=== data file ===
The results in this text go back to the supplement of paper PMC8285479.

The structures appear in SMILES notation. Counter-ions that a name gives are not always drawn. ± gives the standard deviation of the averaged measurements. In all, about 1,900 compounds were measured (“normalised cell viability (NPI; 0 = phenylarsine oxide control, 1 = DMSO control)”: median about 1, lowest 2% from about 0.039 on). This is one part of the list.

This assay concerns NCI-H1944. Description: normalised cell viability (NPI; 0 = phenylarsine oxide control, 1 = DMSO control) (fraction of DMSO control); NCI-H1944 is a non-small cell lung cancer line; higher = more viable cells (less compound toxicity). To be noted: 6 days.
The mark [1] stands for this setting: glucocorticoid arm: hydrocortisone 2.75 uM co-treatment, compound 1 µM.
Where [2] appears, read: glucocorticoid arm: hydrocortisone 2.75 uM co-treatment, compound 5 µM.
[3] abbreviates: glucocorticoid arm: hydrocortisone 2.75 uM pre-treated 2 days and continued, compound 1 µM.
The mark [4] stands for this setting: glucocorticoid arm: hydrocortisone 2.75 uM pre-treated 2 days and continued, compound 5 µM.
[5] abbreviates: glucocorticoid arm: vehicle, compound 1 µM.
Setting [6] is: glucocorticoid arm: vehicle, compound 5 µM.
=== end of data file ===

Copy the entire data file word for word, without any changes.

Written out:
The results in this text go back to the supplement of paper PMC8285479.

The structures appear in SMILES notation. Counter-ions that a name gives are not always drawn. ± gives the standard deviation of the averaged measurements. In all, about 1,900 compounds were measured (“normalised cell viability (NPI; 0 = phenylarsine oxide control, 1 = DMSO control)”: median about 1, lowest 2% from about 0.039 on). This is one part of the list.

This assay concerns NCI-H1944. Description: normalised cell viability (NPI; 0 = phenylarsine oxide control, 1 = DMSO control) (fraction of DMSO control); NCI-H1944 is a non-small cell lung cancer line; higher = more viable cells (less compound toxicity). To be noted: 6 days.
The mark [1] stands for this setting: glucocorticoid arm: hydrocortisone 2.75 uM co-treatment, compound 1 µM.
Where [2] appears, read: glucocorticoid arm: hydrocortisone 2.75 uM co-treatment, compound 5 µM.
[3] abbreviates: glucocorticoid arm: hydrocortisone 2.75 uM pre-treated 2 days and continued, compound 1 µM.
The mark [4] stands for this setting: glucocorticoid arm: hydrocortisone 2.75 uM pre-treated 2 days and continued, compound 5 µM.
[5] abbreviates: glucocorticoid arm: vehicle, compound 1 µM.
Setting [6] is: glucocorticoid arm: vehicle, compound 5 µM.